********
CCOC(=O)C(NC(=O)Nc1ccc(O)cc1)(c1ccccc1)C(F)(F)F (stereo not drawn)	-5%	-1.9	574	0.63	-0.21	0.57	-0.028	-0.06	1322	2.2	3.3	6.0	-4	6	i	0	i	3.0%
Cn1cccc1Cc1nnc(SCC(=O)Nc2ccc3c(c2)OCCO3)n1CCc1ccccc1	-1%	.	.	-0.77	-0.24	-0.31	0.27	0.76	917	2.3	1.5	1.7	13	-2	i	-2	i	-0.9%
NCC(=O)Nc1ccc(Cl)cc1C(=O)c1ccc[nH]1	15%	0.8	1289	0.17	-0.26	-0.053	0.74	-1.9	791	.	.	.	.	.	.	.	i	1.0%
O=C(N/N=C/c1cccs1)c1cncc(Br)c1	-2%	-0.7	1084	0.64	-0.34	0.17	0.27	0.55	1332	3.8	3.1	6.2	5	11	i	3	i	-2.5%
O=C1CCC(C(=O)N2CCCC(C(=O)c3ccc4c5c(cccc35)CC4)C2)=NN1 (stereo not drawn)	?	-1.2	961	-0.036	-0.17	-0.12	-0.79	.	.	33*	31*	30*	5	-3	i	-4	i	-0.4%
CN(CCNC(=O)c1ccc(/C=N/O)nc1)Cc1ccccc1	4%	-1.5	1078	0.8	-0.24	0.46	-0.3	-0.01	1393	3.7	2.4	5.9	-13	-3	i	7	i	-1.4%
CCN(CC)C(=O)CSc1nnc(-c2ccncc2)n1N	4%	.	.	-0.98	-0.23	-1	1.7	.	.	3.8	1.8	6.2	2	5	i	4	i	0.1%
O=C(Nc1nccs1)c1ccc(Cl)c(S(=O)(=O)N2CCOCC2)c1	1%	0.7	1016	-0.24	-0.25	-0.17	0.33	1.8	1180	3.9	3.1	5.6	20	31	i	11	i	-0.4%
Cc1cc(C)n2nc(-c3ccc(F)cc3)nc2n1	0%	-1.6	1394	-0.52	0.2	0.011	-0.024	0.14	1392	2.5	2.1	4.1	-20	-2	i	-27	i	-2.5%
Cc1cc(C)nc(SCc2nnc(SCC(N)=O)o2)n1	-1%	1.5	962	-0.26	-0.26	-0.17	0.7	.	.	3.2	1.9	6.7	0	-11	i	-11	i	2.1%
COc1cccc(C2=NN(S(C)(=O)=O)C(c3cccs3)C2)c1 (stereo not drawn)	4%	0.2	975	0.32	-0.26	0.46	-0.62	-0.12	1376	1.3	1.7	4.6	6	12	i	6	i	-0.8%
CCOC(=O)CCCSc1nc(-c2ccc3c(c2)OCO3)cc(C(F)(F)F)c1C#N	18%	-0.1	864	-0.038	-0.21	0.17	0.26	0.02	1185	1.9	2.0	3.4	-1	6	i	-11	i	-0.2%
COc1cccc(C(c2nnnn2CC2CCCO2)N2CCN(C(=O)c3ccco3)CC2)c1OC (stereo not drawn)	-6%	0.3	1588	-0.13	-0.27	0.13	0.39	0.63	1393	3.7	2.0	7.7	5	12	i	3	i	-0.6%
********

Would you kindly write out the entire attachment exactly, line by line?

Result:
CCOC(=O)C(NC(=O)Nc1ccc(O)cc1)(c1ccccc1)C(F)(F)F (stereo not drawn)	-5%	-1.9	574	0.63	-0.21	0.57	-0.028	-0.06	1322	2.2	3.3	6.0	-4	6	i	0	i	3.0%
Cn1cccc1Cc1nnc(SCC(=O)Nc2ccc3c(c2)OCCO3)n1CCc1ccccc1	-1%	.	.	-0.77	-0.24	-0.31	0.27	0.76	917	2.3	1.5	1.7	13	-2	i	-2	i	-0.9%
NCC(=O)Nc1ccc(Cl)cc1C(=O)c1ccc[nH]1	15%	0.8	1289	0.17	-0.26	-0.053	0.74	-1.9	791	.	.	.	.	.	.	.	i	1.0%
O=C(N/N=C/c1cccs1)c1cncc(Br)c1	-2%	-0.7	1084	0.64	-0.34	0.17	0.27	0.55	1332	3.8	3.1	6.2	5	11	i	3	i	-2.5%
O=C1CCC(C(=O)N2CCCC(C(=O)c3ccc4c5c(cccc35)CC4)C2)=NN1 (stereo not drawn)	?	-1.2	961	-0.036	-0.17	-0.12	-0.79	.	.	33*	31*	30*	5	-3	i	-4	i	-0.4%
CN(CCNC(=O)c1ccc(/C=N/O)nc1)Cc1ccccc1	4%	-1.5	1078	0.8	-0.24	0.46	-0.3	-0.01	1393	3.7	2.4	5.9	-13	-3	i	7	i	-1.4%
CCN(CC)C(=O)CSc1nnc(-c2ccncc2)n1N	4%	.	.	-0.98	-0.23	-1	1.7	.	.	3.8	1.8	6.2	2	5	i	4	i	0.1%
O=C(Nc1nccs1)c1ccc(Cl)c(S(=O)(=O)N2CCOCC2)c1	1%	0.7	1016	-0.24	-0.25	-0.17	0.33	1.8	1180	3.9	3.1	5.6	20	31	i	11	i	-0.4%
Cc1cc(C)n2nc(-c3ccc(F)cc3)nc2n1	0%	-1.6	1394	-0.52	0.2	0.011	-0.024	0.14	1392	2.5	2.1	4.1	-20	-2	i	-27	i	-2.5%
Cc1cc(C)nc(SCc2nnc(SCC(N)=O)o2)n1	-1%	1.5	962	-0.26	-0.26	-0.17	0.7	.	.	3.2	1.9	6.7	0	-11	i	-11	i	2.1%
COc1cccc(C2=NN(S(C)(=O)=O)C(c3cccs3)C2)c1 (stereo not drawn)	4%	0.2	975	0.32	-0.26	0.46	-0.62	-0.12	1376	1.3	1.7	4.6	6	12	i	6	i	-0.8%
CCOC(=O)CCCSc1nc(-c2ccc3c(c2)OCO3)cc(C(F)(F)F)c1C#N	18%	-0.1	864	-0.038	-0.21	0.17	0.26	0.02	1185	1.9	2.0	3.4	-1	6	i	-11	i	-0.2%
COc1cccc(C(c2nnnn2CC2CCCO2)N2CCN(C(=O)c3ccco3)CC2)c1OC (stereo not drawn)	-6%	0.3	1588	-0.13	-0.27	0.13	0.39	0.63	1393	3.7	2.0	7.7	5	12	i	3	i	-0.6%